This research paper is the first to establish the phenomenon of Second Messenger Coincidence Detection as a key cellular signaling event underlying the ability of a GLP-1 receptor agonist (Exendin-4, also known as Byetta) to stimulate pancreatic beta cell function.

  • Interplay of Ca2+ and cAMP Signaling in the Insulin-secreting MIN6 β-Cell Line, Journal of Biological Chemistry 2005
    This research paper is the first to demonstrate that a newly-developed Epac-based FRET reporter can be activated as a consequence of GLP-1 receptor stimulation in pancreatic beta cells. The significance of this finding is that it establishes the cAMP-binding domain of Epac to be sensitive to the increase of cytosolic cAMP concentration that results upon stimulation of beta cells with Exendin-4. This report is an outgrowth of collaborative studies with the laboratory of Dr. Michael Roe of the University of Chicago.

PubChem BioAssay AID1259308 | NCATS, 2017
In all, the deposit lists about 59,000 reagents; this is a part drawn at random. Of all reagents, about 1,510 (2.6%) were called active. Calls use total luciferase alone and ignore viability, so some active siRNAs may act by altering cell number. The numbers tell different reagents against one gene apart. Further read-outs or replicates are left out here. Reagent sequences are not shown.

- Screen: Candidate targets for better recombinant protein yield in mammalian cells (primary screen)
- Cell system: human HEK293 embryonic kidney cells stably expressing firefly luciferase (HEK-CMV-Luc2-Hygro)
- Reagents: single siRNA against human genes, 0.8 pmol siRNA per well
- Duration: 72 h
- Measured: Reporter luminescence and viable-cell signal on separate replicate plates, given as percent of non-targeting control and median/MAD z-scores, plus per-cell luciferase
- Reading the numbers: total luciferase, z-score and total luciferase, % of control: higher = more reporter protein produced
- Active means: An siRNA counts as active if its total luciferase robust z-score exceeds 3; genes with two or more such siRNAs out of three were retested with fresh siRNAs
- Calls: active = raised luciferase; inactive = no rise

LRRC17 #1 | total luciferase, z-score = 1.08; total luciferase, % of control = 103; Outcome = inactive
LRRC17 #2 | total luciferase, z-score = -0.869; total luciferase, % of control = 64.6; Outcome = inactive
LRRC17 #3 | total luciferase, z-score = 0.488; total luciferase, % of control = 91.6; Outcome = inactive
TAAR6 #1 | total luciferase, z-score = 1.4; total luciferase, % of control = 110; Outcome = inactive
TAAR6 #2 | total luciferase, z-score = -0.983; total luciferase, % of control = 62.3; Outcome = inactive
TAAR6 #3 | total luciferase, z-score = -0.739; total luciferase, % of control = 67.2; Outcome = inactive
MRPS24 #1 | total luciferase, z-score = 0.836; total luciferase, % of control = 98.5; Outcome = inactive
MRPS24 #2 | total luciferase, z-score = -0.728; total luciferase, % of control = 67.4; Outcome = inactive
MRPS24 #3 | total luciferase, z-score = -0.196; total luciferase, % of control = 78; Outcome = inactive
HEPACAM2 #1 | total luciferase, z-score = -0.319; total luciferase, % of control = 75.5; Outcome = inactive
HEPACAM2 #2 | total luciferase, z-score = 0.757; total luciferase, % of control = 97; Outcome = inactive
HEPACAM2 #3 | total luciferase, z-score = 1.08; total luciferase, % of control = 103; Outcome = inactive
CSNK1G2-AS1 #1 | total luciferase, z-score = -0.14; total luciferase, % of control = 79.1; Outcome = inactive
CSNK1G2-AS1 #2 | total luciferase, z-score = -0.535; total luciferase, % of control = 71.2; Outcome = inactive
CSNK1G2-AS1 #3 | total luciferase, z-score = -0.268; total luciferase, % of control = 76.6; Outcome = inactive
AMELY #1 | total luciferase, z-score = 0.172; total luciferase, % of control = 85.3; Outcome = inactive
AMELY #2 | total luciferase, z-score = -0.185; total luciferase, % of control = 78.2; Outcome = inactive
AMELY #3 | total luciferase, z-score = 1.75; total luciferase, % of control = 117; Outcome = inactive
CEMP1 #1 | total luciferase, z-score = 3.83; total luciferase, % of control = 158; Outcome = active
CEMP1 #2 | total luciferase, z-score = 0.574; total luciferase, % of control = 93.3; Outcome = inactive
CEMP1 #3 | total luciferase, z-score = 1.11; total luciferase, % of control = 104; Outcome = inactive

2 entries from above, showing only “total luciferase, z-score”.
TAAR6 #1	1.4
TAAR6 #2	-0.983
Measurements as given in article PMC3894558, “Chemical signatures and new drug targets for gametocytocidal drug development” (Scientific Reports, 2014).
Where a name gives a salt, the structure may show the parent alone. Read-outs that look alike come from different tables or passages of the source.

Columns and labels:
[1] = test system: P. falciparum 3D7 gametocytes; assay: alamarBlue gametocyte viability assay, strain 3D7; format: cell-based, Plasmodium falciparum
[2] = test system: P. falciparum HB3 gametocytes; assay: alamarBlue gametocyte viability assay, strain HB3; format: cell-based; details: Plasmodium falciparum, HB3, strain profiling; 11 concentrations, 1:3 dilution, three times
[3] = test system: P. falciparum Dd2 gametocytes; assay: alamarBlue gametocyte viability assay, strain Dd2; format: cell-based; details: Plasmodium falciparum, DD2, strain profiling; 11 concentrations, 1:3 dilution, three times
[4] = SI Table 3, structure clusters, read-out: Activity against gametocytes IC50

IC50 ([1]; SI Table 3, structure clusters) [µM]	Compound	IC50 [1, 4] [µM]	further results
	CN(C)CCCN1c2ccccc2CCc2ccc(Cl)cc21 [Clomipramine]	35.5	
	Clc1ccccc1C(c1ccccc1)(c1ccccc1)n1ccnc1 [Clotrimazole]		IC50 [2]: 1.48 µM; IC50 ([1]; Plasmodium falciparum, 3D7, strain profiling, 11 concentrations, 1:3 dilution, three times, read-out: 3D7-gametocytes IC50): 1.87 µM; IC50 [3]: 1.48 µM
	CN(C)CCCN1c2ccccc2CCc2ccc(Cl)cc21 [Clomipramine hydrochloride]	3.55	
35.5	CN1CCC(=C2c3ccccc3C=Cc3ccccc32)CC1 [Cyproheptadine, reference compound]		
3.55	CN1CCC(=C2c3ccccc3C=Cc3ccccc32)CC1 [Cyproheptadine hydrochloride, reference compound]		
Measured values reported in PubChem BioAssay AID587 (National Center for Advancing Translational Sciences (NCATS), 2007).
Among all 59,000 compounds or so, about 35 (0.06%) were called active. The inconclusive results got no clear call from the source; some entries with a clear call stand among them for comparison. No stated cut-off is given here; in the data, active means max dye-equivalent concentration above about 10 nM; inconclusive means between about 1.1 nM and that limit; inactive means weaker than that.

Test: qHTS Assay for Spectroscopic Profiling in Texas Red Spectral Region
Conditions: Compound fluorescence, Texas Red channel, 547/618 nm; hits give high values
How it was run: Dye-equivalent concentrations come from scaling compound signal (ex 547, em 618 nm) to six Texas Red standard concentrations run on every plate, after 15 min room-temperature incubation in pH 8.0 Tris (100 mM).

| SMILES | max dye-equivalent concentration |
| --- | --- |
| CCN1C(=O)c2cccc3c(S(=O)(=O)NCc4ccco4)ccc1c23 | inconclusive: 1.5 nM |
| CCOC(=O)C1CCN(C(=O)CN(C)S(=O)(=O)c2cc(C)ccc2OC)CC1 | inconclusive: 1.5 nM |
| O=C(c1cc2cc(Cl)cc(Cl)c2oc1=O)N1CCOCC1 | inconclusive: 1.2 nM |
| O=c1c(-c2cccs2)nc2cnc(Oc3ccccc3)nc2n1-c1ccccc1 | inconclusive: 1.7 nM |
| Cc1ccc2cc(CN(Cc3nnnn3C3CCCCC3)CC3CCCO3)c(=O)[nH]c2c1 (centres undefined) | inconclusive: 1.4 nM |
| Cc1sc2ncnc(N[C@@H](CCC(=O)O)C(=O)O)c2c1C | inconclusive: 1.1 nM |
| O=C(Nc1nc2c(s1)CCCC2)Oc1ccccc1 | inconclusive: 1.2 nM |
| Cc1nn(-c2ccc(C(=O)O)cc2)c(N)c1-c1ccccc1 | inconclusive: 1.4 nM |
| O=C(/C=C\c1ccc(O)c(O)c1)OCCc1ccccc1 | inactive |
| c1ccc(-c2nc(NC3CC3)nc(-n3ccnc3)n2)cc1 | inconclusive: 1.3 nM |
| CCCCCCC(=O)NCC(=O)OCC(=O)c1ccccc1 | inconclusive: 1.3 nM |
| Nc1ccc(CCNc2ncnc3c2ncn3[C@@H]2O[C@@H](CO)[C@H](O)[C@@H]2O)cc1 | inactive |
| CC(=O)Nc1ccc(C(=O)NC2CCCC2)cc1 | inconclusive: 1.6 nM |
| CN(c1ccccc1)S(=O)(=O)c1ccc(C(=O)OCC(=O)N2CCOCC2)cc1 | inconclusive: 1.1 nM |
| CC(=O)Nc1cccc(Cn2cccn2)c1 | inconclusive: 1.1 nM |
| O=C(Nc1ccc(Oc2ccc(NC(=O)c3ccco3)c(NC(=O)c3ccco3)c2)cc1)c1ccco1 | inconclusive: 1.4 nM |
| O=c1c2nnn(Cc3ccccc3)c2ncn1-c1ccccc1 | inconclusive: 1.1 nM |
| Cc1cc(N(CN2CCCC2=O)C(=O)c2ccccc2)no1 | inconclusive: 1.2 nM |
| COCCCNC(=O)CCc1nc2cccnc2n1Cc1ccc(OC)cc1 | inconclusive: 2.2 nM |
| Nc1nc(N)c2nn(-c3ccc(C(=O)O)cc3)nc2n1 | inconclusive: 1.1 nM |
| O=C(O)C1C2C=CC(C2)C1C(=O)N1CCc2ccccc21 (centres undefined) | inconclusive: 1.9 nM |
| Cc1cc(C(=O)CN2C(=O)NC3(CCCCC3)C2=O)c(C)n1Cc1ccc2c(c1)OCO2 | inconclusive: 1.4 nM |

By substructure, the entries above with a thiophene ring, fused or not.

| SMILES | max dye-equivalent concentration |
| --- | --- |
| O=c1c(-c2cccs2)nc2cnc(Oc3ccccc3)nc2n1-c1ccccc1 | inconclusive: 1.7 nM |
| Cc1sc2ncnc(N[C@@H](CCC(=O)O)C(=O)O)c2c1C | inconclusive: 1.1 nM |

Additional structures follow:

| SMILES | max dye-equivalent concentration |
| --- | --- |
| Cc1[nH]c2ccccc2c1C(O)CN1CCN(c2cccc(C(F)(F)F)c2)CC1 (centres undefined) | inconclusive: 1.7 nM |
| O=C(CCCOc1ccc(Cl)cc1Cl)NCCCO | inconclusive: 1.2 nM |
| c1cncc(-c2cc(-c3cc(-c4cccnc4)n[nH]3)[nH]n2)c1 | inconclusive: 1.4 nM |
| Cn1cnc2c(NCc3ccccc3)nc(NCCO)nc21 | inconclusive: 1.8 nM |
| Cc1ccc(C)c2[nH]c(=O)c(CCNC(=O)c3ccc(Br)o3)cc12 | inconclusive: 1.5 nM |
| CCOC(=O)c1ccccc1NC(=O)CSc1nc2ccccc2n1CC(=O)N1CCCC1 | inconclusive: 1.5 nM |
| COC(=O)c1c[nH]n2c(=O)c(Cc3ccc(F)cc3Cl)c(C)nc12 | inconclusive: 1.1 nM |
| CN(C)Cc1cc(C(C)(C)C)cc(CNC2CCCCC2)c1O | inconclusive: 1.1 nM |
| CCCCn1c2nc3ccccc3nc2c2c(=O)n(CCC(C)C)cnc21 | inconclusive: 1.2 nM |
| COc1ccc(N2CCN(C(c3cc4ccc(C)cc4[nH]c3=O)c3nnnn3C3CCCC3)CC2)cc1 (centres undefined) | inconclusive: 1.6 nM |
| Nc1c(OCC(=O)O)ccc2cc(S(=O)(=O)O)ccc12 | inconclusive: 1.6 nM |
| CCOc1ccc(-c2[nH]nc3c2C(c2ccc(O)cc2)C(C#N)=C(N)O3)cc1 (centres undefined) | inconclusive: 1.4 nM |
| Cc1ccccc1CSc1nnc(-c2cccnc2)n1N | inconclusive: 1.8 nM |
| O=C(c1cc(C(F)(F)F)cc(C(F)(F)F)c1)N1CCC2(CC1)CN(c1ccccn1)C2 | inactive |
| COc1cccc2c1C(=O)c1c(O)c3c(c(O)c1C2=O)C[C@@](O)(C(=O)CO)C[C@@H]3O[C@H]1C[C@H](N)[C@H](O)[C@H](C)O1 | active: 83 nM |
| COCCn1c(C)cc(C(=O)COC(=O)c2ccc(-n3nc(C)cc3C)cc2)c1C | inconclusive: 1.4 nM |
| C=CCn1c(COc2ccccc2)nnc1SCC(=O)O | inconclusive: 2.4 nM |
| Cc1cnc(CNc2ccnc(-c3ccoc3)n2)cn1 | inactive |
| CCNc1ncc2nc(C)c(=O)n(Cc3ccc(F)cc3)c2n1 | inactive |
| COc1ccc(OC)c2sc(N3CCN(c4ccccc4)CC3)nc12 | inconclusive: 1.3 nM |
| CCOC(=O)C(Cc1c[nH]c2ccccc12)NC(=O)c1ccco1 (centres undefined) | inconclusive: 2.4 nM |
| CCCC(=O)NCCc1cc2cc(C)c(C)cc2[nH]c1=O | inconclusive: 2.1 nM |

• G Proteins Couple α-Adrenergic and GABAb Receptors to Inhibition of Peptide Secretion from Peripheral Sensory Neurons, Journal of Neuroscience 1989
    This research report is the culmination of postdoctoral studies performed by Dr. Holz while working in the laboratory of Dr. Kathleen Dunlap at Tufts University School of Medicine. The findings demonstrate that alpha-adrenergic receptors, GABA-B receptors, Pertussis Toxin-Sensitive G proteins, and Voltage-Dependent Calcium Channels constitute a "signaling module" which when activated, generates presynaptic inhibition of neuropeptide secretion from peripheral sensory neurons.

  • Characterization of the Electrically Evoked Release of Substance P from Dorsal Root Ganglion Neurons: Methods and Dihydropyridine Sensitivity, Journal of Neuroscience 1988